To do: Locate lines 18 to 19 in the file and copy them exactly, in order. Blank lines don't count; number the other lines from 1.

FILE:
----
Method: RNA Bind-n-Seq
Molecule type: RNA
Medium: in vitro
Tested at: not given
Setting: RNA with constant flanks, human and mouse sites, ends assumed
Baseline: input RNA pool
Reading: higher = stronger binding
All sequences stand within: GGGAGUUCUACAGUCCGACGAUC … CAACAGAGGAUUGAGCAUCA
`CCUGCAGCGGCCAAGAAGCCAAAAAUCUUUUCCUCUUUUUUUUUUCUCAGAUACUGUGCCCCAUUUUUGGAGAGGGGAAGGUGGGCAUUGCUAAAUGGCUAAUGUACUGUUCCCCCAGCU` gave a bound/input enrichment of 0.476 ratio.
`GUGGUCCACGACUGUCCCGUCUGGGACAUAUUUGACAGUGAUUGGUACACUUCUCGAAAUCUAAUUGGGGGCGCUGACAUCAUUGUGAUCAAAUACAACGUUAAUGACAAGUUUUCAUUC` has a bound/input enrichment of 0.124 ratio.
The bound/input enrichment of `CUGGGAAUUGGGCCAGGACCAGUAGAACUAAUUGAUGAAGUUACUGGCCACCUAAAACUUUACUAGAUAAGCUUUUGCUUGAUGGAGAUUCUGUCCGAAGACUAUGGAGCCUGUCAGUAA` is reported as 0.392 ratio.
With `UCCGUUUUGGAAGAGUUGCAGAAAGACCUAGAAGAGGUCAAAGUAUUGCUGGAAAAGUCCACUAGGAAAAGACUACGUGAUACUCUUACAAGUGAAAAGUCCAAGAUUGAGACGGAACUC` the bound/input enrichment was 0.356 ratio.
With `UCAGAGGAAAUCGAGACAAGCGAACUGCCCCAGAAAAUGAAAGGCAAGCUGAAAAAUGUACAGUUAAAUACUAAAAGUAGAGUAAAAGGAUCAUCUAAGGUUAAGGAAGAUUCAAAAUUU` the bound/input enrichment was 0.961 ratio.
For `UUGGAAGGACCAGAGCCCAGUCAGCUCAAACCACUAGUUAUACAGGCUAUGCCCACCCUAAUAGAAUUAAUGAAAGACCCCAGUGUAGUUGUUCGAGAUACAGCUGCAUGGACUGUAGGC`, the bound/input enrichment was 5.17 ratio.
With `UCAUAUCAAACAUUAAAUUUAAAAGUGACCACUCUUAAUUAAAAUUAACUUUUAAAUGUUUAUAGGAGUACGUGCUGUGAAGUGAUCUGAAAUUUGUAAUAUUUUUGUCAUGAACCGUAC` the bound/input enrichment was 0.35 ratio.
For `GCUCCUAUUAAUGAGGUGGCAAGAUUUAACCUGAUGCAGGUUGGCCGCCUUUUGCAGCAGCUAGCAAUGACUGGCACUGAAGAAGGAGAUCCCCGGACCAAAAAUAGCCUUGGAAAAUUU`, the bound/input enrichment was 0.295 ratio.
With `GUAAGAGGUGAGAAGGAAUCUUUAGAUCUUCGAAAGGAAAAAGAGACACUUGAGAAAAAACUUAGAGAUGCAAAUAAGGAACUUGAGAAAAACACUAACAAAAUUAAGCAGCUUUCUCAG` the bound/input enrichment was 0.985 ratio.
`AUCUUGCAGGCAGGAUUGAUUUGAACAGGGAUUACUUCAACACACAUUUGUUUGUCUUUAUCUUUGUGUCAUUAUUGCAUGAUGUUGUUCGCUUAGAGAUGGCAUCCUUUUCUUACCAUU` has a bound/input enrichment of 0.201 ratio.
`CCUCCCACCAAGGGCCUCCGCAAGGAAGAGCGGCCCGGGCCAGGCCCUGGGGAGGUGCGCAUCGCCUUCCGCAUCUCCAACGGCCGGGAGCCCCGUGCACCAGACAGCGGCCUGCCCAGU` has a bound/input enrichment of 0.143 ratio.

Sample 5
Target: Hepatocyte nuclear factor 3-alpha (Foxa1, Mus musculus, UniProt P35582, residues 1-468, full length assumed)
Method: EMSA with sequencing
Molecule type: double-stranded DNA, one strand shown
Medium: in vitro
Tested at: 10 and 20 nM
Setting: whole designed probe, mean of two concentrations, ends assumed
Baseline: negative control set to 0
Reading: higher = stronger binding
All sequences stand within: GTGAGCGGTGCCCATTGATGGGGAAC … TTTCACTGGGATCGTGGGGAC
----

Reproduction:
`AUCUUGCAGGCAGGAUUGAUUUGAACAGGGAUUACUUCAACACACAUUUGUUUGUCUUUAUCUUUGUGUCAUUAUUGCAUGAUGUUGUUCGCUUAGAGAUGGCAUCCUUUUCUUACCAUU` has a bound/input enrichment of 0.201 ratio.
`CCUCCCACCAAGGGCCUCCGCAAGGAAGAGCGGCCCGGGCCAGGCCCUGGGGAGGUGCGCAUCGCCUUCCGCAUCUCCAACGGCCGGGAGCCCCGUGCACCAGACAGCGGCCUGCCCAGU` has a bound/input enrichment of 0.143 ratio.